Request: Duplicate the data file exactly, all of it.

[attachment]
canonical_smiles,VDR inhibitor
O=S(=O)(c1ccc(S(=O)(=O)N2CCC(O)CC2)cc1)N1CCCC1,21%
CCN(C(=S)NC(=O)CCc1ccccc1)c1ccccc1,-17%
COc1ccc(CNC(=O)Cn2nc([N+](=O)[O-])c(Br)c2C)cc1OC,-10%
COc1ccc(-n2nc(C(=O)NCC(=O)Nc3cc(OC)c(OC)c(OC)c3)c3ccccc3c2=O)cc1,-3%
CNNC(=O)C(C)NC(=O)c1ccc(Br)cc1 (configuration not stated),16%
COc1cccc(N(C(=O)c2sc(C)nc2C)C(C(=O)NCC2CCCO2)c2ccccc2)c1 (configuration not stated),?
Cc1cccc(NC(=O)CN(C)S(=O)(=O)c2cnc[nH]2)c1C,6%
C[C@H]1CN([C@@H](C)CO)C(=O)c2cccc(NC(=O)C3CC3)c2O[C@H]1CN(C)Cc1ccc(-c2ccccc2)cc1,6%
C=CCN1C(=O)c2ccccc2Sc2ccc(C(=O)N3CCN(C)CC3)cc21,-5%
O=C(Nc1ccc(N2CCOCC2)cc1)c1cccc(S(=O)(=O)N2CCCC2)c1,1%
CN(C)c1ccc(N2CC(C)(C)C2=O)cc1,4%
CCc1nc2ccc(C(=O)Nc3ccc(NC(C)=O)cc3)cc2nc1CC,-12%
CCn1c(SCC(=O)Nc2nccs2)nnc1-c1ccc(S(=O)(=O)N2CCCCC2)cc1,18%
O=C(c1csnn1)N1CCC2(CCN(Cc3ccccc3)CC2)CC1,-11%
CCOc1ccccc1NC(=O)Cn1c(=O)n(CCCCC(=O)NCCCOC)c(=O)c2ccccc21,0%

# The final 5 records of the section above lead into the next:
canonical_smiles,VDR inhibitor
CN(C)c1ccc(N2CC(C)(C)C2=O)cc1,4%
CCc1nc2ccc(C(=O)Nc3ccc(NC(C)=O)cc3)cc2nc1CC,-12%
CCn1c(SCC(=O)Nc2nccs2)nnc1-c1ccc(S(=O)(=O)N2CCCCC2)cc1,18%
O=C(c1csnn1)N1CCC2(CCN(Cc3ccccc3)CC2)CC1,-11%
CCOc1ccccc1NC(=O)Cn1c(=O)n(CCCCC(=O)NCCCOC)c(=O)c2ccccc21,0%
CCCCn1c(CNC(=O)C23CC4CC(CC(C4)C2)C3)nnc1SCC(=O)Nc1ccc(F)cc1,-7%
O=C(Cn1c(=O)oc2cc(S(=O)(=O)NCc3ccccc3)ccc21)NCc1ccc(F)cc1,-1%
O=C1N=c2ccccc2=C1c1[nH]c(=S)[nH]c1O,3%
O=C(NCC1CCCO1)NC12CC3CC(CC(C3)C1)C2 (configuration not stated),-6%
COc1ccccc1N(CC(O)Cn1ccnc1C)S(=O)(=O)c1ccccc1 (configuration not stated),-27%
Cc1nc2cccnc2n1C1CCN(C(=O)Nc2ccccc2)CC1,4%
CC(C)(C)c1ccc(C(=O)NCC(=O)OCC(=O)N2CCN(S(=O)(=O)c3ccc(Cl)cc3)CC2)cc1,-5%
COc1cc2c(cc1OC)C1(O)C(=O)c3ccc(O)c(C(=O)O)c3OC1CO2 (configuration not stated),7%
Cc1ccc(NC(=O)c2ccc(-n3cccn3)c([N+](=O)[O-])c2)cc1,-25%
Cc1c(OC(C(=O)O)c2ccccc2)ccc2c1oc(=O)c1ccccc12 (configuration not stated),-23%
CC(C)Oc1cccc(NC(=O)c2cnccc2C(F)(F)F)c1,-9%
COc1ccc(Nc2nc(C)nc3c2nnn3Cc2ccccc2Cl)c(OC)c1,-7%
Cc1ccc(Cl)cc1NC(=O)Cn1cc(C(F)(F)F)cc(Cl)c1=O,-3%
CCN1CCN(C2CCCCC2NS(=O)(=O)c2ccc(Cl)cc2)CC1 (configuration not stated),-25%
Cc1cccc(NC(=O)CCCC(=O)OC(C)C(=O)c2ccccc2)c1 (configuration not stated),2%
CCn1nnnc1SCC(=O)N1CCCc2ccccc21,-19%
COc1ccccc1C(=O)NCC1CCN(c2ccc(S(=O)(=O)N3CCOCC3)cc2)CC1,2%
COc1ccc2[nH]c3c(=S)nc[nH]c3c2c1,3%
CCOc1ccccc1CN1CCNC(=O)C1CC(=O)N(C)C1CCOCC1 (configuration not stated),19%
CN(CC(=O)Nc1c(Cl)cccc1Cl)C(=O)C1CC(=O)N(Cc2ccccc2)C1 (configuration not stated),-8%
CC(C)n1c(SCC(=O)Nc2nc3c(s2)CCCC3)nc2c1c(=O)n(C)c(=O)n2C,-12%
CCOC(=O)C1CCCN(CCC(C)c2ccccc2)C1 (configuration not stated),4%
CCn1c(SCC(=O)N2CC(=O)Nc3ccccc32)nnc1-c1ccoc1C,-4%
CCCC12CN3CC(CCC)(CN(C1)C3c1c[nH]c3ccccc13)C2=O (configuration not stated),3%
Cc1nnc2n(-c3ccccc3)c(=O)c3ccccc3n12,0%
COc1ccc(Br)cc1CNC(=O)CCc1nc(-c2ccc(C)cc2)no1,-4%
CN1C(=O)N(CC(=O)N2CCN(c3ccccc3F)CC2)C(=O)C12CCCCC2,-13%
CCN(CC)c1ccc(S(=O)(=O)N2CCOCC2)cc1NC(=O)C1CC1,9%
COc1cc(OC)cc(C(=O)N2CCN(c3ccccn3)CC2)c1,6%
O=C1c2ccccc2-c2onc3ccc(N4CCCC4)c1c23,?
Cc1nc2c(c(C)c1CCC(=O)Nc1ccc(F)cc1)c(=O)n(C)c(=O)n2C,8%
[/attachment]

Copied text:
canonical_smiles,VDR inhibitor
O=S(=O)(c1ccc(S(=O)(=O)N2CCC(O)CC2)cc1)N1CCCC1,21%
CCN(C(=S)NC(=O)CCc1ccccc1)c1ccccc1,-17%
COc1ccc(CNC(=O)Cn2nc([N+](=O)[O-])c(Br)c2C)cc1OC,-10%
COc1ccc(-n2nc(C(=O)NCC(=O)Nc3cc(OC)c(OC)c(OC)c3)c3ccccc3c2=O)cc1,-3%
CNNC(=O)C(C)NC(=O)c1ccc(Br)cc1 (configuration not stated),16%
COc1cccc(N(C(=O)c2sc(C)nc2C)C(C(=O)NCC2CCCO2)c2ccccc2)c1 (configuration not stated),?
Cc1cccc(NC(=O)CN(C)S(=O)(=O)c2cnc[nH]2)c1C,6%
C[C@H]1CN([C@@H](C)CO)C(=O)c2cccc(NC(=O)C3CC3)c2O[C@H]1CN(C)Cc1ccc(-c2ccccc2)cc1,6%
C=CCN1C(=O)c2ccccc2Sc2ccc(C(=O)N3CCN(C)CC3)cc21,-5%
O=C(Nc1ccc(N2CCOCC2)cc1)c1cccc(S(=O)(=O)N2CCCC2)c1,1%
CN(C)c1ccc(N2CC(C)(C)C2=O)cc1,4%
CCc1nc2ccc(C(=O)Nc3ccc(NC(C)=O)cc3)cc2nc1CC,-12%
CCn1c(SCC(=O)Nc2nccs2)nnc1-c1ccc(S(=O)(=O)N2CCCCC2)cc1,18%
O=C(c1csnn1)N1CCC2(CCN(Cc3ccccc3)CC2)CC1,-11%
CCOc1ccccc1NC(=O)Cn1c(=O)n(CCCCC(=O)NCCCOC)c(=O)c2ccccc21,0%

# The final 5 records of the section above lead into the next:
canonical_smiles,VDR inhibitor
CN(C)c1ccc(N2CC(C)(C)C2=O)cc1,4%
CCc1nc2ccc(C(=O)Nc3ccc(NC(C)=O)cc3)cc2nc1CC,-12%
CCn1c(SCC(=O)Nc2nccs2)nnc1-c1ccc(S(=O)(=O)N2CCCCC2)cc1,18%
O=C(c1csnn1)N1CCC2(CCN(Cc3ccccc3)CC2)CC1,-11%
CCOc1ccccc1NC(=O)Cn1c(=O)n(CCCCC(=O)NCCCOC)c(=O)c2ccccc21,0%
CCCCn1c(CNC(=O)C23CC4CC(CC(C4)C2)C3)nnc1SCC(=O)Nc1ccc(F)cc1,-7%
O=C(Cn1c(=O)oc2cc(S(=O)(=O)NCc3ccccc3)ccc21)NCc1ccc(F)cc1,-1%
O=C1N=c2ccccc2=C1c1[nH]c(=S)[nH]c1O,3%
O=C(NCC1CCCO1)NC12CC3CC(CC(C3)C1)C2 (configuration not stated),-6%
COc1ccccc1N(CC(O)Cn1ccnc1C)S(=O)(=O)c1ccccc1 (configuration not stated),-27%
Cc1nc2cccnc2n1C1CCN(C(=O)Nc2ccccc2)CC1,4%
CC(C)(C)c1ccc(C(=O)NCC(=O)OCC(=O)N2CCN(S(=O)(=O)c3ccc(Cl)cc3)CC2)cc1,-5%
COc1cc2c(cc1OC)C1(O)C(=O)c3ccc(O)c(C(=O)O)c3OC1CO2 (configuration not stated),7%
Cc1ccc(NC(=O)c2ccc(-n3cccn3)c([N+](=O)[O-])c2)cc1,-25%
Cc1c(OC(C(=O)O)c2ccccc2)ccc2c1oc(=O)c1ccccc12 (configuration not stated),-23%
CC(C)Oc1cccc(NC(=O)c2cnccc2C(F)(F)F)c1,-9%
COc1ccc(Nc2nc(C)nc3c2nnn3Cc2ccccc2Cl)c(OC)c1,-7%
Cc1ccc(Cl)cc1NC(=O)Cn1cc(C(F)(F)F)cc(Cl)c1=O,-3%
CCN1CCN(C2CCCCC2NS(=O)(=O)c2ccc(Cl)cc2)CC1 (configuration not stated),-25%
Cc1cccc(NC(=O)CCCC(=O)OC(C)C(=O)c2ccccc2)c1 (configuration not stated),2%
CCn1nnnc1SCC(=O)N1CCCc2ccccc21,-19%
COc1ccccc1C(=O)NCC1CCN(c2ccc(S(=O)(=O)N3CCOCC3)cc2)CC1,2%
COc1ccc2[nH]c3c(=S)nc[nH]c3c2c1,3%
CCOc1ccccc1CN1CCNC(=O)C1CC(=O)N(C)C1CCOCC1 (configuration not stated),19%
CN(CC(=O)Nc1c(Cl)cccc1Cl)C(=O)C1CC(=O)N(Cc2ccccc2)C1 (configuration not stated),-8%
CC(C)n1c(SCC(=O)Nc2nc3c(s2)CCCC3)nc2c1c(=O)n(C)c(=O)n2C,-12%
CCOC(=O)C1CCCN(CCC(C)c2ccccc2)C1 (configuration not stated),4%
CCn1c(SCC(=O)N2CC(=O)Nc3ccccc32)nnc1-c1ccoc1C,-4%
CCCC12CN3CC(CCC)(CN(C1)C3c1c[nH]c3ccccc13)C2=O (configuration not stated),3%
Cc1nnc2n(-c3ccccc3)c(=O)c3ccccc3n12,0%
COc1ccc(Br)cc1CNC(=O)CCc1nc(-c2ccc(C)cc2)no1,-4%
CN1C(=O)N(CC(=O)N2CCN(c3ccccc3F)CC2)C(=O)C12CCCCC2,-13%
CCN(CC)c1ccc(S(=O)(=O)N2CCOCC2)cc1NC(=O)C1CC1,9%
COc1cc(OC)cc(C(=O)N2CCN(c3ccccn3)CC2)c1,6%
O=C1c2ccccc2-c2onc3ccc(N4CCCC4)c1c23,?
Cc1nc2c(c(C)c1CCC(=O)Nc1ccc(F)cc1)c(=O)n(C)c(=O)n2C,8%